Monthly Archives: February 2009

Katie Perry & Today’s Teenager

I’m not trying to cause this pop star more heartache, as that famous sign did.  However, much can be learned from Katie Perry’s experiences and where youth culture has been headed for the last 50 years. 

We know from the studies and surveys that young people are leaving the church.  Katie Perry, who used to be a Christian artist, is just another example.  Youth ministries are comprised of young people searching for answers, searching for authenticity, and searching to be known.  In this interview with Katie Couric, two powerful statements are said that reveal a sad commentary on our present youth ministry state. 

First, the producer of her album, in order for her to sell, told her to “rebel against what you know”.  What a statement!  This is the world speaking to your teens.  In order to be sucessful in the world, you are going to have to rebel at some point to what you know, and what you’ve been taught it Sunday school, youth group, or Sunday service.  And that is what these students are doing!  Pop culture dominates their thoughts, video games dominate their time, and the entertainment world dictacts their actions.  God is waiting on the outside, and we need to help let Him into the picture.

Finally, have you heard the words “I’ll start reading the Bible when I’m older” or “I’m just having fun now, when I grow up I’ll do all that boring stuff”.  In this interview, we hear “came from this, and you can always come back to it”.  Many of those teenagers in youth ministries across the country know the truth, they just choose to live another way.  I’m not in a position to judge Katie Perry because I don’t know her personally.  But her words are heard in youth rooms everywhere…and teens need to know simply knowing about Jesus is not enough.  Giving up on Jesus can earn you a grammy, but giving your life to Him, now that deserves an award.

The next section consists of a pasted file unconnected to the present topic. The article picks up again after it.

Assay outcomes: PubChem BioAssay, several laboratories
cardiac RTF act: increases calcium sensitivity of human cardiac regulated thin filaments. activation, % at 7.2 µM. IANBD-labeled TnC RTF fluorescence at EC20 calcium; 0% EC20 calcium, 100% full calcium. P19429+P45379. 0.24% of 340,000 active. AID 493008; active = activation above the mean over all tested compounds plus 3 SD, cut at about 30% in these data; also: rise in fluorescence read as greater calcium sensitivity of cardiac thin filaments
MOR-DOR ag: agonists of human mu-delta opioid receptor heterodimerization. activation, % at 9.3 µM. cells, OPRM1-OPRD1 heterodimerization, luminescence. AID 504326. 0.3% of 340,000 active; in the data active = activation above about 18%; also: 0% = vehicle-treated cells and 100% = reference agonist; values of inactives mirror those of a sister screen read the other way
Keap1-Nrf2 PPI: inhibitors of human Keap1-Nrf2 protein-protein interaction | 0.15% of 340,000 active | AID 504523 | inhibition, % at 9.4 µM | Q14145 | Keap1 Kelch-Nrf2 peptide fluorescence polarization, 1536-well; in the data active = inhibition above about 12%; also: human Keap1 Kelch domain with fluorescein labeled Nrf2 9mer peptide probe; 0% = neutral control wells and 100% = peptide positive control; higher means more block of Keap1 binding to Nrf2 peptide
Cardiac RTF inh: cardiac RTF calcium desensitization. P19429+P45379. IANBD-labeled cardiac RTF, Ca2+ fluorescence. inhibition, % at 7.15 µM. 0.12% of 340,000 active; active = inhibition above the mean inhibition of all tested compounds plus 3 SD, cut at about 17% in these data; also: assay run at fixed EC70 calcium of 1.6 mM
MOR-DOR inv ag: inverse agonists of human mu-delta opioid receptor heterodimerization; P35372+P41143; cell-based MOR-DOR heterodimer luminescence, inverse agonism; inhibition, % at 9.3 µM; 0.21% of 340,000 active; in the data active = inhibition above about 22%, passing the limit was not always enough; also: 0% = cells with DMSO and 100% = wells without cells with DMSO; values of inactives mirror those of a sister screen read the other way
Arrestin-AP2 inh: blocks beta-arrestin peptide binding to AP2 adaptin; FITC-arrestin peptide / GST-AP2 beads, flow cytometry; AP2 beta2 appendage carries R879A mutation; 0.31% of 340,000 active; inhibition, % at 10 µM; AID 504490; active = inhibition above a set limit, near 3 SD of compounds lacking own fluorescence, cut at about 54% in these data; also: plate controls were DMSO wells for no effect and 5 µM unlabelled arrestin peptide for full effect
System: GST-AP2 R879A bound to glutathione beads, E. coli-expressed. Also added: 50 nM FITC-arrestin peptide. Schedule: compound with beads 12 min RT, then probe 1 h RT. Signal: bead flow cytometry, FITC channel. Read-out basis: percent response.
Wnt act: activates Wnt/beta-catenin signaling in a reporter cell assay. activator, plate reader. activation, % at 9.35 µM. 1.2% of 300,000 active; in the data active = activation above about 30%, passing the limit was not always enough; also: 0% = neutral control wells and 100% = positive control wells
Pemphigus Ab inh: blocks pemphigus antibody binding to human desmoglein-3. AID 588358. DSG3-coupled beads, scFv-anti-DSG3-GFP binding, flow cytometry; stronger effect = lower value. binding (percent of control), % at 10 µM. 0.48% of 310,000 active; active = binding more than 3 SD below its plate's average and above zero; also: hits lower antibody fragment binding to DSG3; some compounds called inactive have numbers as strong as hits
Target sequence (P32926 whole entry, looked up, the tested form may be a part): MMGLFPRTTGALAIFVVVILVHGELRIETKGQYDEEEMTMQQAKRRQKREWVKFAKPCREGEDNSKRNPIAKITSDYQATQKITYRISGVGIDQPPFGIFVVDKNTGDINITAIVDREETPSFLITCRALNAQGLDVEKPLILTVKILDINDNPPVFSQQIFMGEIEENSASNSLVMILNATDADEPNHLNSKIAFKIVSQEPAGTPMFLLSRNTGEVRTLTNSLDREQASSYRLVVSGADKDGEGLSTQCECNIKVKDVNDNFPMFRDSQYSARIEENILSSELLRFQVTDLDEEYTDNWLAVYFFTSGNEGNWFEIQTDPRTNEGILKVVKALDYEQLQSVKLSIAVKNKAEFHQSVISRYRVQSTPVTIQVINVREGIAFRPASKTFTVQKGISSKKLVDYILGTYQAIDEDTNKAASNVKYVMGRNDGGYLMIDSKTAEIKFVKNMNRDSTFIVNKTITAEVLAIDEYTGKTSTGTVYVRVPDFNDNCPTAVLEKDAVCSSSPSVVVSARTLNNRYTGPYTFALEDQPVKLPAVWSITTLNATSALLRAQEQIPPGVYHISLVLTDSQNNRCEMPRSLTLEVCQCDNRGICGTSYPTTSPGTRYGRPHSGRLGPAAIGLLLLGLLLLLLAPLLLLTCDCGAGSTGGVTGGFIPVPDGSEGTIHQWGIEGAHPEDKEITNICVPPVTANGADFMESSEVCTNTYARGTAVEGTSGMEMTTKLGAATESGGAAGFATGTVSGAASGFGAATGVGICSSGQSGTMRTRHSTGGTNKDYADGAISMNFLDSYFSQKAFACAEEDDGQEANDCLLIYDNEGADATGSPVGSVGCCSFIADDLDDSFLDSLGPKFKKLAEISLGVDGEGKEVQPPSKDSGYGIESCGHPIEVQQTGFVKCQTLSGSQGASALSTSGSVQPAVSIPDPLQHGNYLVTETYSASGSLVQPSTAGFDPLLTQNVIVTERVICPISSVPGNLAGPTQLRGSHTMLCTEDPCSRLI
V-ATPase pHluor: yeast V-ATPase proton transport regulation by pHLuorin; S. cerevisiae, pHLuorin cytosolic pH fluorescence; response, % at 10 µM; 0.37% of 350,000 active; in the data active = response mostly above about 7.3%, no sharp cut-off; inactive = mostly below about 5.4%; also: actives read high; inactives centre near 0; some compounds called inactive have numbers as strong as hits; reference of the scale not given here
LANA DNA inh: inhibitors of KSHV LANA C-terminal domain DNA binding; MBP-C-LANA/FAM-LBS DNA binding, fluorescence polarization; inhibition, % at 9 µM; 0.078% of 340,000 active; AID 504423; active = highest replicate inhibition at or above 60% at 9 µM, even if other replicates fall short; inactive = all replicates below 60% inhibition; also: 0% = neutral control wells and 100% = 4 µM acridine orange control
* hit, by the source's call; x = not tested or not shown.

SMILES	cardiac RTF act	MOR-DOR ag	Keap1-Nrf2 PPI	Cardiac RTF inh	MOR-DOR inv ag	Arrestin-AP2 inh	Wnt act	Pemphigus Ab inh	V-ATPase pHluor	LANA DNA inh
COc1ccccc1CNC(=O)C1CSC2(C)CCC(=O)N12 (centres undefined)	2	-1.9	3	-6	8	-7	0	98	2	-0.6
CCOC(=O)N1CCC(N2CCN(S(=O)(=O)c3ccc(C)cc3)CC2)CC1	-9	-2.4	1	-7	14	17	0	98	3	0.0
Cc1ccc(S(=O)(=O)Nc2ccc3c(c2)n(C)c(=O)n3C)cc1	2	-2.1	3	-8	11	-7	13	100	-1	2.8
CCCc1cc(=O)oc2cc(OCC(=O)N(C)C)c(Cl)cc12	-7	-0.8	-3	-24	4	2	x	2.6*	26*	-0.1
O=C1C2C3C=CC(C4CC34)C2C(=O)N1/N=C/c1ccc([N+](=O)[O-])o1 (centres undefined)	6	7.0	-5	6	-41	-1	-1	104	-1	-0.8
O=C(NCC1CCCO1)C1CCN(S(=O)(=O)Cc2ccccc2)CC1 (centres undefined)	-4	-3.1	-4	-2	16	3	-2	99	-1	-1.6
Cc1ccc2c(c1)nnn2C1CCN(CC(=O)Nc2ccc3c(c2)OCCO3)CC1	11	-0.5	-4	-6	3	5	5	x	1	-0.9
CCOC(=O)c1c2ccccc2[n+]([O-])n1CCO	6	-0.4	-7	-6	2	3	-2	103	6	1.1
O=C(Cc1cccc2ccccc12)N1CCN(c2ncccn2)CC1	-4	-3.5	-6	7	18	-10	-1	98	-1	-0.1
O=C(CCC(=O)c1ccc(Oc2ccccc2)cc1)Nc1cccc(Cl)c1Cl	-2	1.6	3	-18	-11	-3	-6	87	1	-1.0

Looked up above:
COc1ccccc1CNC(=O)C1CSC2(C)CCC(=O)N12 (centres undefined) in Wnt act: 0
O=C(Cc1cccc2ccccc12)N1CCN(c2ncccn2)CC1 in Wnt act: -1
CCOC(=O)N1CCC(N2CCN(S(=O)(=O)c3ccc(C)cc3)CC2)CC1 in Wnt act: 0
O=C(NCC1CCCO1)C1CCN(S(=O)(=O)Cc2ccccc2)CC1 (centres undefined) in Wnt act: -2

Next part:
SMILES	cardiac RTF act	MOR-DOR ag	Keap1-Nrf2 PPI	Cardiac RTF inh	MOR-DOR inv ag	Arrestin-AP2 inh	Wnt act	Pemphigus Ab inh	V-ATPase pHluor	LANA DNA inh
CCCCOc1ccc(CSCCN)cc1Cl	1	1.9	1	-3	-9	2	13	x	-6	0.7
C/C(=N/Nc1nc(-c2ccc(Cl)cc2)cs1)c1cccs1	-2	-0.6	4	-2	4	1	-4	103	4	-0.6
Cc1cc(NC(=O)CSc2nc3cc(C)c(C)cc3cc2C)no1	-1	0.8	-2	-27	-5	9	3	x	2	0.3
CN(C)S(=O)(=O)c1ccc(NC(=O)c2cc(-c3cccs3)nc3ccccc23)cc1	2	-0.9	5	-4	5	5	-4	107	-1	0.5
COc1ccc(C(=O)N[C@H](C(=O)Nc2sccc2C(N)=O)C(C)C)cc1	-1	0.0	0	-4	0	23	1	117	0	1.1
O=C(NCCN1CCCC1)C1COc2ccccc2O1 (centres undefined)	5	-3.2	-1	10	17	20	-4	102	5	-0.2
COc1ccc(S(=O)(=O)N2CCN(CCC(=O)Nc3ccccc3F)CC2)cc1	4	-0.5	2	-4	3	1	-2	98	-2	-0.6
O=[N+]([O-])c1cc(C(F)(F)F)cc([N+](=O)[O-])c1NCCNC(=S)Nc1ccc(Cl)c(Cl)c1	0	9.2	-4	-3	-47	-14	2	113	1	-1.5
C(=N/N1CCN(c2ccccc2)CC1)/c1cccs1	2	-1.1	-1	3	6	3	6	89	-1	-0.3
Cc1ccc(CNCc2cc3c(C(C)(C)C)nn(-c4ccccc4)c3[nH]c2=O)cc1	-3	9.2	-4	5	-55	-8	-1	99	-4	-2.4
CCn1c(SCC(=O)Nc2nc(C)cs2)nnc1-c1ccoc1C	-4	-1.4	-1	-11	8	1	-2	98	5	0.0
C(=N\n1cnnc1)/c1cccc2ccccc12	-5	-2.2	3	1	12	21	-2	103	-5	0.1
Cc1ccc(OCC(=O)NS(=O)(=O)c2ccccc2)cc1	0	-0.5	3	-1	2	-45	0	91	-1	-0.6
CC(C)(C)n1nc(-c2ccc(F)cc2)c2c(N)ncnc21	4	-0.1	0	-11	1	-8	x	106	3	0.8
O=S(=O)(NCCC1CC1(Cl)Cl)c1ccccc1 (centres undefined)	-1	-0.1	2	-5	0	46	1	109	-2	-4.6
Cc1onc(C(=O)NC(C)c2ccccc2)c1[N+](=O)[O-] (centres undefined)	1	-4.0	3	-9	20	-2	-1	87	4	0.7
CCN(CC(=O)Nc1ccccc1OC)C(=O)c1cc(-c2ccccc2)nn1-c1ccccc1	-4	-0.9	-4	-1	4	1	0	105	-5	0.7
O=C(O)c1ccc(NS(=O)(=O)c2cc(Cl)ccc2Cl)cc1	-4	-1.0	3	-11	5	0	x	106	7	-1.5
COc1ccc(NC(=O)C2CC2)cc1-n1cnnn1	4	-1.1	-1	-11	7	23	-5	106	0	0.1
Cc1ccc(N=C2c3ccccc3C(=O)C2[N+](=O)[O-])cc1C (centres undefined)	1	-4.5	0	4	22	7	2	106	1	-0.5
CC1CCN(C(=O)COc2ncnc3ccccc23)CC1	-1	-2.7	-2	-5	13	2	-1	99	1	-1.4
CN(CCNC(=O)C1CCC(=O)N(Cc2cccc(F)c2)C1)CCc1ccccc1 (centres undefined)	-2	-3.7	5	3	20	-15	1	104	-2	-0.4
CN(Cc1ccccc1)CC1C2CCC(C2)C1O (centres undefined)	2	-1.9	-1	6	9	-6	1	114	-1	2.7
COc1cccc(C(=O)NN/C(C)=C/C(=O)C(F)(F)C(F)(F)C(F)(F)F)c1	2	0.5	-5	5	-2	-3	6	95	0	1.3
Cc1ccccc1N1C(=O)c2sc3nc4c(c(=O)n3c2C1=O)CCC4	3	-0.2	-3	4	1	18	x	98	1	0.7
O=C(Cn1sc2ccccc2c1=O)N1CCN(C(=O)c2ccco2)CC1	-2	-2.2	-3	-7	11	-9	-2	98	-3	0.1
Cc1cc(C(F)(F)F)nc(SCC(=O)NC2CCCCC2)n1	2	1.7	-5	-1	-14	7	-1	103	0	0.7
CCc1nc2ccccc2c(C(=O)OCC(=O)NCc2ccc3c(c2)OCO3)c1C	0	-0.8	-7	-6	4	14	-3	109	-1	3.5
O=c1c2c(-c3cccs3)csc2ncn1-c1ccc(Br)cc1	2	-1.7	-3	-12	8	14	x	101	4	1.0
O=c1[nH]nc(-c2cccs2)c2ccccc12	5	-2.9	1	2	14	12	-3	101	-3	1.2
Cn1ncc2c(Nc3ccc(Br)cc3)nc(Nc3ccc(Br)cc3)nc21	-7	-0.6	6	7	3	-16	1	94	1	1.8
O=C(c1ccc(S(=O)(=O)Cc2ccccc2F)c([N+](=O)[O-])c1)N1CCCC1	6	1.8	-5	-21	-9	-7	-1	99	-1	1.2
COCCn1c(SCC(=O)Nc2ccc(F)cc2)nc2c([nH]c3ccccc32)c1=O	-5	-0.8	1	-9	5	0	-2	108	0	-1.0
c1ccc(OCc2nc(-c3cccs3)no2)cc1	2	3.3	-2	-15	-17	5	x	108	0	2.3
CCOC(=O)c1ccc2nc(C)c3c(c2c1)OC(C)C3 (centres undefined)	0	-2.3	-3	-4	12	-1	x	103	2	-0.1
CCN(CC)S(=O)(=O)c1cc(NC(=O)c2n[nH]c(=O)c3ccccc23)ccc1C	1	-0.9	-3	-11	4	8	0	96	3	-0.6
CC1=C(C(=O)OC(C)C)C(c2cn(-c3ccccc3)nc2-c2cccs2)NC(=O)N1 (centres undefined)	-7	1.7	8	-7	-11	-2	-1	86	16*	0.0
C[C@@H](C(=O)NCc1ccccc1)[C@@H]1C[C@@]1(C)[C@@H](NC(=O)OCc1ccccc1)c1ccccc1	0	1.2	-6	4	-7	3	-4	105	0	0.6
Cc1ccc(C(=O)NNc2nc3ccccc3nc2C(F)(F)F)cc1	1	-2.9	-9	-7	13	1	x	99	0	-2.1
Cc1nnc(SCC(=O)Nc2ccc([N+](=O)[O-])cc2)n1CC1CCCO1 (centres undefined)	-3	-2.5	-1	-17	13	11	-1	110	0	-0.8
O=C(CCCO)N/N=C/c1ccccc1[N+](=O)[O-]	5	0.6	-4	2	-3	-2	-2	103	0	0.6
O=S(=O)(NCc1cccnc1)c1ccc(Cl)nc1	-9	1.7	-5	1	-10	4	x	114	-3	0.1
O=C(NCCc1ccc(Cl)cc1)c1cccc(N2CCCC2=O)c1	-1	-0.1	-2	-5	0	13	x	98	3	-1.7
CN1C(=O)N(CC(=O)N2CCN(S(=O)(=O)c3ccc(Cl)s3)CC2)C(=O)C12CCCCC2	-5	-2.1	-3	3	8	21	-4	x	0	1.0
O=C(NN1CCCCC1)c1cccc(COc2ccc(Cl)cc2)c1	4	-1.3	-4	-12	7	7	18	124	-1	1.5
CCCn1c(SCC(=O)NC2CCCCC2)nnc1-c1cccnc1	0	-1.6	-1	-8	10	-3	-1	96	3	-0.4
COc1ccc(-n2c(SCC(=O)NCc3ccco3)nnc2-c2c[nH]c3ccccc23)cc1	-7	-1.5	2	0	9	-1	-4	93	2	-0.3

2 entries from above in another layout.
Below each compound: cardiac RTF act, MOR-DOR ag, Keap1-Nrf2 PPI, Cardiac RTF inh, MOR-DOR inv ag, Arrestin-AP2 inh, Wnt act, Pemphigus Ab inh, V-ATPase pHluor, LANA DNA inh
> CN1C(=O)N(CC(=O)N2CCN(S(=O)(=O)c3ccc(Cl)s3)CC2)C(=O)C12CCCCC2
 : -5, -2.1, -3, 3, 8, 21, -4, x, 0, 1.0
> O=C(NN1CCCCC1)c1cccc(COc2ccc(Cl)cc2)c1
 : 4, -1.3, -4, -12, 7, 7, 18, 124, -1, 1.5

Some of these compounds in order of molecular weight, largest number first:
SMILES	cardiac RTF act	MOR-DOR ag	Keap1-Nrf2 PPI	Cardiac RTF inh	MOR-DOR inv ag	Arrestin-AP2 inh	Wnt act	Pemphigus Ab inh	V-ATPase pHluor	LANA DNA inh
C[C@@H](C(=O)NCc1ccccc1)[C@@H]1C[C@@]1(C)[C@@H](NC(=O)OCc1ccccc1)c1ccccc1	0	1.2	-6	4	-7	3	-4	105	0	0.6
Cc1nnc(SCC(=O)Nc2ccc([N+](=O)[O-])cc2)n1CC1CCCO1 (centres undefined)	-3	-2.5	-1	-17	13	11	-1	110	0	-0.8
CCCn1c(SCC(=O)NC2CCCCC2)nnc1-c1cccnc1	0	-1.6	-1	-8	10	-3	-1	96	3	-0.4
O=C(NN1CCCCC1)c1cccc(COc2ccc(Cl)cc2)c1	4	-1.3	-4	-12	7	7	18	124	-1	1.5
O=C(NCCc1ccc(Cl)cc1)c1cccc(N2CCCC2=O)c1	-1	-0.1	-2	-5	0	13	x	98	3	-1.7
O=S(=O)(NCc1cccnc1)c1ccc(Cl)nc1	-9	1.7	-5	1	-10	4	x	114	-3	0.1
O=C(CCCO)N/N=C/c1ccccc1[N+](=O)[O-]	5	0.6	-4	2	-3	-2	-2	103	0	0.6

Super Bowl Illustration

When a player speaks of the owner of a professional sports team, how do they address them?  Rarely do you hear Dallas Cowboys players call their owner “Jerry”, or the New England Patriots owner is not referred to as “Bob”.  On the contrary, they call their owners Mr. Jones or Mr. Craft.  There is respect there.  These owners pay their salary, provide them with a job, and organize the team around them.

Well, what about the One that paid the penalty of sin, provided eternal life to all who believe, and organized the stars in the heavens?  The Lord God created the heavens and the earth, he deserves our respect & praise.  Sure, he may not be a NFL team owner, but He holds the whole world in His hands! 


Intergenerational Youth Ministry

Much has been said about producing youth ministry that is “intergenerational”.  This seems to be the answer from some “youth experts” to produce young people that will be the next generation of leaders in the church…when most churches are just struggling to keep these graduating students to remain in church.  Most of the concepts make sense and should be considered in the least.  I wouldn’t label it as THE answer for the mass departure of students from church after high school, but I think it deserves the title as one of the solutions.

Here is an example of the an article that encourages the intergenerational youth ministry.  Personally, I will do my best to fulfill the majority of these goals.  What about you?  Do you consider this model to be appropriate for youth ministry?  Here are some questions I’d like to highlight from the article:

Like a family business, who will take this over when we are gone?

What is our ultimate legacy?

What do we want to be known for?

How do we develop more relationships?

How do we know we are successful?  What is the fruit we are looking for?

Some good questions for all of us to at least consider.  Let me know your thoughts.